Artificial intelligence and human rights
The use and abuse of AI and automated decision-making can not only facilitate human rights violations and exacerbate existing societal power imbalances, but also open new risks, disproportionately affecting marginalized people and communities. AI design, development, and deployment must respect human rights. We urge governments and companies to follow binding, enforceable legal frameworks rooted in human rights law and principles, not voluntary or self-regulatory ethics-based approaches.
Bodily harms: how AI and biometrics curtail human rights
This report explores how AI is driving the adoption of ableist technologies that marginalize anyone who doesn’t fit into their definition of a “normal” body.
risks of the emerging AI and biometrics tech
SPOTLIGHT: EU AI ACT
A summary of our proposed amendments to the draft EU AI Act and a timeline of our related commentary and recommendations.
The EU AI Act is supposed to protect the rights of everyone impacted by AI systems. But it ignores the systems impacting people on the move. Here are three steps policymakers can take to fix that problem.
Access Now and over 110 civil society organisations have laid out proposals to make sure the European Union’s Artificial Intelligence Act addresses the real-world impacts of the use of artificial intelligence.
Artificial intelligence and automated decision-making systems threaten our fundamental rights. Yet the EU is considering an approach to AI regulation that would substitute rights-based protections for a mere risk mitigation exercise by corporations with a vested interest in these systems. Here’s why that’s a grave mistake.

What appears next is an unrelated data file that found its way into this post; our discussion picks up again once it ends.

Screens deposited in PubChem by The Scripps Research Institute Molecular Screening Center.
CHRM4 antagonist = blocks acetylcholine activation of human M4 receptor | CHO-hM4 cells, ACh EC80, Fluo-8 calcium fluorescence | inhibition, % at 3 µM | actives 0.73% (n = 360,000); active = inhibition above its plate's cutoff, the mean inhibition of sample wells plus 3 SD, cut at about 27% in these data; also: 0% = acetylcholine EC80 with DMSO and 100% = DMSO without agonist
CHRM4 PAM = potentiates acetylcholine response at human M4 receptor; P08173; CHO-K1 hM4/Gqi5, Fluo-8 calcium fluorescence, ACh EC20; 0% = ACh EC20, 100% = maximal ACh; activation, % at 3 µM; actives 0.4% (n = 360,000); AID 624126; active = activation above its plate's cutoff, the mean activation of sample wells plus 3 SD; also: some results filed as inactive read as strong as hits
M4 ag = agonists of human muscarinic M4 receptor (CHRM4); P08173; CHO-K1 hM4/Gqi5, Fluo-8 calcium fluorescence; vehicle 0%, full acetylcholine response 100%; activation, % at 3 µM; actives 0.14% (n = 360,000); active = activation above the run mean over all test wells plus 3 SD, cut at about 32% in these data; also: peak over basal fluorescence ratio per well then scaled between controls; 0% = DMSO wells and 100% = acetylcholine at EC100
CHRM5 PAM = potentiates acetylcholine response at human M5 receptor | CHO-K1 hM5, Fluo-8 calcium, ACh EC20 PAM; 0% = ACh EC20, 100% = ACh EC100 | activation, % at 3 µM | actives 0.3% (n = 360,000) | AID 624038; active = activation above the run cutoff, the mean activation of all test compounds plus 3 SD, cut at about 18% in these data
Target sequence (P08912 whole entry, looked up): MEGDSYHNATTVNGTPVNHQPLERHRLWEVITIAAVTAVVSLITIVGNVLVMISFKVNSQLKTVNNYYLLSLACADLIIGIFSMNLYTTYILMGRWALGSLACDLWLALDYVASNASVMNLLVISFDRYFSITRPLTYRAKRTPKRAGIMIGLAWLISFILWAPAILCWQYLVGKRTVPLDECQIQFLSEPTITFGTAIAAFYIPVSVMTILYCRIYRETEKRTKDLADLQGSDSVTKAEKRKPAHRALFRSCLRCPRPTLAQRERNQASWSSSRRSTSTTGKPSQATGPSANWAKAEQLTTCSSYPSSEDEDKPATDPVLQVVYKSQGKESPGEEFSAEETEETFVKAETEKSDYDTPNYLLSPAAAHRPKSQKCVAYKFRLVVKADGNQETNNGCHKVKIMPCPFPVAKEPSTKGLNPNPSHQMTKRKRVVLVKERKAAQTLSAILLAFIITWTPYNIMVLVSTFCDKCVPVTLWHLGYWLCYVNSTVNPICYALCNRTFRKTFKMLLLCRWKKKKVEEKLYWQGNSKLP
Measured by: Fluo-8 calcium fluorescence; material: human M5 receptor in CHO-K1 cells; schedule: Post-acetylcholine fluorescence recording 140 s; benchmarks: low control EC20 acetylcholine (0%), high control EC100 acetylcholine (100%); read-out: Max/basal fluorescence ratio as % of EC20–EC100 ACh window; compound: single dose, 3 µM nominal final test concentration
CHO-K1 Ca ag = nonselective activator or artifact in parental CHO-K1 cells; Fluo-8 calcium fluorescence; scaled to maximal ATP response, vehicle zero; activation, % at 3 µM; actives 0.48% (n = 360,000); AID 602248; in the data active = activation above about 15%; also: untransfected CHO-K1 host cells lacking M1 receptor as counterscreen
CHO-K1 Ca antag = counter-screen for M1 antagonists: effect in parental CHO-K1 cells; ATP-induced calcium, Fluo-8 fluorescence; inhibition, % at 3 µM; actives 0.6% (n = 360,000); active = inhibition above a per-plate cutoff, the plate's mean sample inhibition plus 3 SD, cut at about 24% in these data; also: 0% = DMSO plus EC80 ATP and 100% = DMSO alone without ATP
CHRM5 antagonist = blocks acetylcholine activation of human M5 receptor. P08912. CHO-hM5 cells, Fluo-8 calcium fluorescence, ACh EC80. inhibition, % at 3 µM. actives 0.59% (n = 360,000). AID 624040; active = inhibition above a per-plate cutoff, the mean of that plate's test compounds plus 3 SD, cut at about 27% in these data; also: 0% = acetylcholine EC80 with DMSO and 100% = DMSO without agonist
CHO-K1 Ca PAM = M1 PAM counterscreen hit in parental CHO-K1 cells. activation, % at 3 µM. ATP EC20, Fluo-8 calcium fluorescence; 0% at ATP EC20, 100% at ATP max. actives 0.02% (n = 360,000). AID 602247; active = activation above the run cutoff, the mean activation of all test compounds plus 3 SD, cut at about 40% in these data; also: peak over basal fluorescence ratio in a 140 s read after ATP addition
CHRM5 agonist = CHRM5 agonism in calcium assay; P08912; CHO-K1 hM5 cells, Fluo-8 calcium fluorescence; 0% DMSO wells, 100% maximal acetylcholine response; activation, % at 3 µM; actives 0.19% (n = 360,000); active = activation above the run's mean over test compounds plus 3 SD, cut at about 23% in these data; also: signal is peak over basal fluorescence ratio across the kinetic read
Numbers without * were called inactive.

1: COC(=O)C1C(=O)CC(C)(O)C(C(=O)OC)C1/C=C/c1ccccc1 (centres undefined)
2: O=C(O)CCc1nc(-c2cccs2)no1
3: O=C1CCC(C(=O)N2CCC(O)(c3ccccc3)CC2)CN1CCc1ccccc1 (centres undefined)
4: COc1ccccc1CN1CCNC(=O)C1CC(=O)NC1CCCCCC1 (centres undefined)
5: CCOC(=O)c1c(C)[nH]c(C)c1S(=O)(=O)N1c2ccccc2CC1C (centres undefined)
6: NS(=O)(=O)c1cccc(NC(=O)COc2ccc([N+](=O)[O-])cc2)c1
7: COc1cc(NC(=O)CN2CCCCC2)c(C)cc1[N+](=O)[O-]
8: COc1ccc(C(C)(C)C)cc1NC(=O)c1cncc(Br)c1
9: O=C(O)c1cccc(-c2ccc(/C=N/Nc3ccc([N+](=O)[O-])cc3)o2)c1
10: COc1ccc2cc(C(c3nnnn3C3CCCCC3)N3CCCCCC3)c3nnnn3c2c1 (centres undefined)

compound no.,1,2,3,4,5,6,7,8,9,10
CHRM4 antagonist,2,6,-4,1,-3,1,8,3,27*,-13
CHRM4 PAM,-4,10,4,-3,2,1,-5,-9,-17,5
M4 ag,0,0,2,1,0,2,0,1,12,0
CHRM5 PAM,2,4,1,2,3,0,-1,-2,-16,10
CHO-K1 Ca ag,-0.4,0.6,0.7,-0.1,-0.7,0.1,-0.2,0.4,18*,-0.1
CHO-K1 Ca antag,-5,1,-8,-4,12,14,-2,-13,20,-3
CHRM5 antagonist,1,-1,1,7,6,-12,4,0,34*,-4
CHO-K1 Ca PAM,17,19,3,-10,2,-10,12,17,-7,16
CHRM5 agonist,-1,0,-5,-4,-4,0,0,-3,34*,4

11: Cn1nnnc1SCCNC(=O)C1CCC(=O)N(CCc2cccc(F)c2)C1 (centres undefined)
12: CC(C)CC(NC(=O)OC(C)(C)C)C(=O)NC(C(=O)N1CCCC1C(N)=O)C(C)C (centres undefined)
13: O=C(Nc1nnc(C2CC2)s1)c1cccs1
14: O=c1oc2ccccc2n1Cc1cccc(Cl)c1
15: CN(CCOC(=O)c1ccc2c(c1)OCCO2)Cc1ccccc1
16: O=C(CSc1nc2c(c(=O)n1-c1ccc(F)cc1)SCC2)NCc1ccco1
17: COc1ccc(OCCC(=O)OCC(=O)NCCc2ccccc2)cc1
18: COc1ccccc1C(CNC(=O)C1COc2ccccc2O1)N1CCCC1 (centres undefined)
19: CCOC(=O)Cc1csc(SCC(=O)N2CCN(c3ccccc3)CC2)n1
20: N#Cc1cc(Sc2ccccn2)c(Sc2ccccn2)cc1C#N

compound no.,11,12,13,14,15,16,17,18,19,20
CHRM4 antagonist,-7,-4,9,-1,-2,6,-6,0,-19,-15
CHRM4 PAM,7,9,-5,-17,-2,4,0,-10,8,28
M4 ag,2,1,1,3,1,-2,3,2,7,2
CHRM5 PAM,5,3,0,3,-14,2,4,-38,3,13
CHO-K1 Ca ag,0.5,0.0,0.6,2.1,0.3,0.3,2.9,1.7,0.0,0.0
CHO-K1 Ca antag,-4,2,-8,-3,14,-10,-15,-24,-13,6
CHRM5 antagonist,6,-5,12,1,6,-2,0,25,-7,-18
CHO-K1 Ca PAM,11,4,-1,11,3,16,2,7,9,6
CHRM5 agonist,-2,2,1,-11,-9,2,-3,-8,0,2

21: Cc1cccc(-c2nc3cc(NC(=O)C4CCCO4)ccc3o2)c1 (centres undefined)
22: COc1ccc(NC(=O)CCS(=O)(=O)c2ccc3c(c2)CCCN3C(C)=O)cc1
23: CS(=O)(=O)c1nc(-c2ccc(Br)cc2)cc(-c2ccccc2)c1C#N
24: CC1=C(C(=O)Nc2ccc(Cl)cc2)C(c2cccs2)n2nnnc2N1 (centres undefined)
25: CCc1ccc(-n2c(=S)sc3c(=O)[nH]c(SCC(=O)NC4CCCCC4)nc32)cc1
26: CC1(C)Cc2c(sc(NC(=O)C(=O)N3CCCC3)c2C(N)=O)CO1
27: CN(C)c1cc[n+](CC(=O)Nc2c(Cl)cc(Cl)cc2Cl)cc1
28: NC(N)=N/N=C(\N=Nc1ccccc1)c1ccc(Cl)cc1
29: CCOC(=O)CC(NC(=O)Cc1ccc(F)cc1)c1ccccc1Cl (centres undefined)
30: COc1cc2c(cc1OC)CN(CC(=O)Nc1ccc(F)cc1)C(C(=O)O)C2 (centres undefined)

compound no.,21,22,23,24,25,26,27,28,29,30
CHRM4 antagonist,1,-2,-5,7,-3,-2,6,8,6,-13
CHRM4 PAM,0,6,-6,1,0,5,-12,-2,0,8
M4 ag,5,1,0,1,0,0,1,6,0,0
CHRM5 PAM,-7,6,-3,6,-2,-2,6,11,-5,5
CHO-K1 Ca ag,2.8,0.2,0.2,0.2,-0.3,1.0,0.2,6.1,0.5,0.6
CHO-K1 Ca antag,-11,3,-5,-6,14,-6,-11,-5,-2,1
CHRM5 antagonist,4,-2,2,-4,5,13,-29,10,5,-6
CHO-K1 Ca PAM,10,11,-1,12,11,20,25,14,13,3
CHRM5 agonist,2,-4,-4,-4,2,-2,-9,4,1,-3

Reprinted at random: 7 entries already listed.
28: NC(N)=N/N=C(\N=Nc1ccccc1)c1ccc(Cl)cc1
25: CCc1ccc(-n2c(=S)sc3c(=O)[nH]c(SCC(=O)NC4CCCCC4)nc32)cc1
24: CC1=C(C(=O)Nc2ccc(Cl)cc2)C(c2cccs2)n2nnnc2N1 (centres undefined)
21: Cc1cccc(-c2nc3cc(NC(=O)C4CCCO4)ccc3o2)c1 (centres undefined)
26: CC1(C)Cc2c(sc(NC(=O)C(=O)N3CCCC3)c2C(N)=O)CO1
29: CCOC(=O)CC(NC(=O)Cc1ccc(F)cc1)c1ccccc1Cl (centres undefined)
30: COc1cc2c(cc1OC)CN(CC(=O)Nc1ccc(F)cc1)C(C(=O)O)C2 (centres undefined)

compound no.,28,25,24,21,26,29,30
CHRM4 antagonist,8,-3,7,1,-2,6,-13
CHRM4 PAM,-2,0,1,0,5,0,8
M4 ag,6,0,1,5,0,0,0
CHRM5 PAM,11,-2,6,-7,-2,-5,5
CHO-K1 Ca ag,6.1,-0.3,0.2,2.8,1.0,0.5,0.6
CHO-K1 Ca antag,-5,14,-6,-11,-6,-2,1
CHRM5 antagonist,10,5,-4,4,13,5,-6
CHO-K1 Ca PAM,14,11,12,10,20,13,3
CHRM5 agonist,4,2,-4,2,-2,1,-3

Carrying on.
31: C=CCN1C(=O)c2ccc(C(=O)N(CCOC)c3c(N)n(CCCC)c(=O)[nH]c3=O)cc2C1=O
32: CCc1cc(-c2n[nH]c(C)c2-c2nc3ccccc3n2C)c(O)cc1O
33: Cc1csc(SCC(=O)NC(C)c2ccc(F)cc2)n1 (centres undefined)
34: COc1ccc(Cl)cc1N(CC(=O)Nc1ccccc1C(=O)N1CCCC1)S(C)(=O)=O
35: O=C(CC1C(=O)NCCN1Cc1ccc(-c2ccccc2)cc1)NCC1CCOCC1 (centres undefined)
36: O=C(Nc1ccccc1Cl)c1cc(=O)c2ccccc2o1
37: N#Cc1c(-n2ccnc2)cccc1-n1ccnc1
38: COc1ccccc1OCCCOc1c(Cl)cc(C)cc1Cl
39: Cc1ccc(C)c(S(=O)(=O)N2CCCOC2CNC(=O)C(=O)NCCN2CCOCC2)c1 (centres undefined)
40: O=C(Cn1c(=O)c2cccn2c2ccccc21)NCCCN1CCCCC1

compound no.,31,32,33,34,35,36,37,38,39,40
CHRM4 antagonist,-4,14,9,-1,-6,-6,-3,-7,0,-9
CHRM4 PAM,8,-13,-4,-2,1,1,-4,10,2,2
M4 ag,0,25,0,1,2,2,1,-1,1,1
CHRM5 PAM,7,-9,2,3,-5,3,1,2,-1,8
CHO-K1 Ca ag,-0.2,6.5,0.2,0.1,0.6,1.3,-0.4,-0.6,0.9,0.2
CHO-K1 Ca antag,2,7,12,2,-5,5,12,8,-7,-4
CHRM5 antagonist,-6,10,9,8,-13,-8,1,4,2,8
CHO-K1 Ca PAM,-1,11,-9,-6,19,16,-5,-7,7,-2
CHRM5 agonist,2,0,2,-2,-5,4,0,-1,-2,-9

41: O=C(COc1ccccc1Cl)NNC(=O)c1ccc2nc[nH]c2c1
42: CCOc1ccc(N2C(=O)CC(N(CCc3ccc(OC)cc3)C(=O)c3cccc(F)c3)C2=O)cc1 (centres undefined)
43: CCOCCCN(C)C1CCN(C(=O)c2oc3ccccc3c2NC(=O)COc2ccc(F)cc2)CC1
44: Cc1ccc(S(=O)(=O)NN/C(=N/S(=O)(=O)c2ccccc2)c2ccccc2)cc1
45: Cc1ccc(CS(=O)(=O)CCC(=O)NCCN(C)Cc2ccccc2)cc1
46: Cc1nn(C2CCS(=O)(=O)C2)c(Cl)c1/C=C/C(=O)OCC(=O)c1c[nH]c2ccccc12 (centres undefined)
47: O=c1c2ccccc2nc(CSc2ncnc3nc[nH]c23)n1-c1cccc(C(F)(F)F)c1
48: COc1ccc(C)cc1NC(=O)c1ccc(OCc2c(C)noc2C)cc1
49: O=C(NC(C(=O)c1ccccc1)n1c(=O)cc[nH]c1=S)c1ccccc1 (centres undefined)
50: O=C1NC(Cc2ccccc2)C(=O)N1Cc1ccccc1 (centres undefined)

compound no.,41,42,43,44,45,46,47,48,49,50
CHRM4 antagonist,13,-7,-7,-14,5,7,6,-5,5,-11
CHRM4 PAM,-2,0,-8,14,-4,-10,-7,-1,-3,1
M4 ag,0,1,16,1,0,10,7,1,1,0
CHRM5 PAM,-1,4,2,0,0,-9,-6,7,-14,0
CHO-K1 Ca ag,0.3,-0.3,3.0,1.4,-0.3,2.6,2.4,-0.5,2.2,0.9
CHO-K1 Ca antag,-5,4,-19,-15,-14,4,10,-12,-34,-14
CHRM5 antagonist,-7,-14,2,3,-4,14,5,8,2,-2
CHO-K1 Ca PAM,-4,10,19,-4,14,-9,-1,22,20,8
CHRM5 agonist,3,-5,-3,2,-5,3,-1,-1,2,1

Generative AI has been all over the headlines. But what are the human rights implications? Get the facts in our generative AI FAQ.
You may have a basic understanding of what AI is. But are you familiar with the issues it raises for your fundamental rights?
On Human Rights Day of 2020, we highlight the mandate of E. Tendayi Achiume, the United Nations Special Rapporteur on contemporary forms of racism, racial discrimination, xenophobia and related intolerance to fight systematic racism.
The military junta in Myanmar is rolling out China-made CCTV cameras with facial recognition capabilities to intensify surveillance against the people.
Most of us interact with some sort of Artificial Intelligence (AI) system several times a day, whether it’s using the predictive text function on our phones or applying a selfie
Access Now endorses the Algorithmic Accountability Act of 2022, which will help combat algorithmic discrimination in defense of human rights.
Buenos Aires, Brasilia, and Uruguay are pushing for use of facial recognition systems for “public security,” seeking to authorize the invasive and harmful use of mass surveillance tools. Civil society must fight back.
Access Now revela radiografía del panorama legislativo de la Inteligencia Artificial en América Latina
Access Now lanza el reporte “Radiografía Normativa: ¿Dónde, qué y cómo se está regulando la inteligencia artificial en América Latina?”
Human rights protections…with exceptions: what’s (not) in the EU’s AI Act deal
The E.U. just agreed to (not quite a) deal on the AI Act. But what’s in it? What’s missing? And what happens now?
Human Rights 75 pledges and vision on the future of human rights
Access Now welcomes this opportunity to provide relevant information to the United Nations (UN) Office of the High Commissioner for Human Rights to inform the High Commissioner’s Vision on the Future of Human Rights in the framework of the Human Rights 75 Initiative.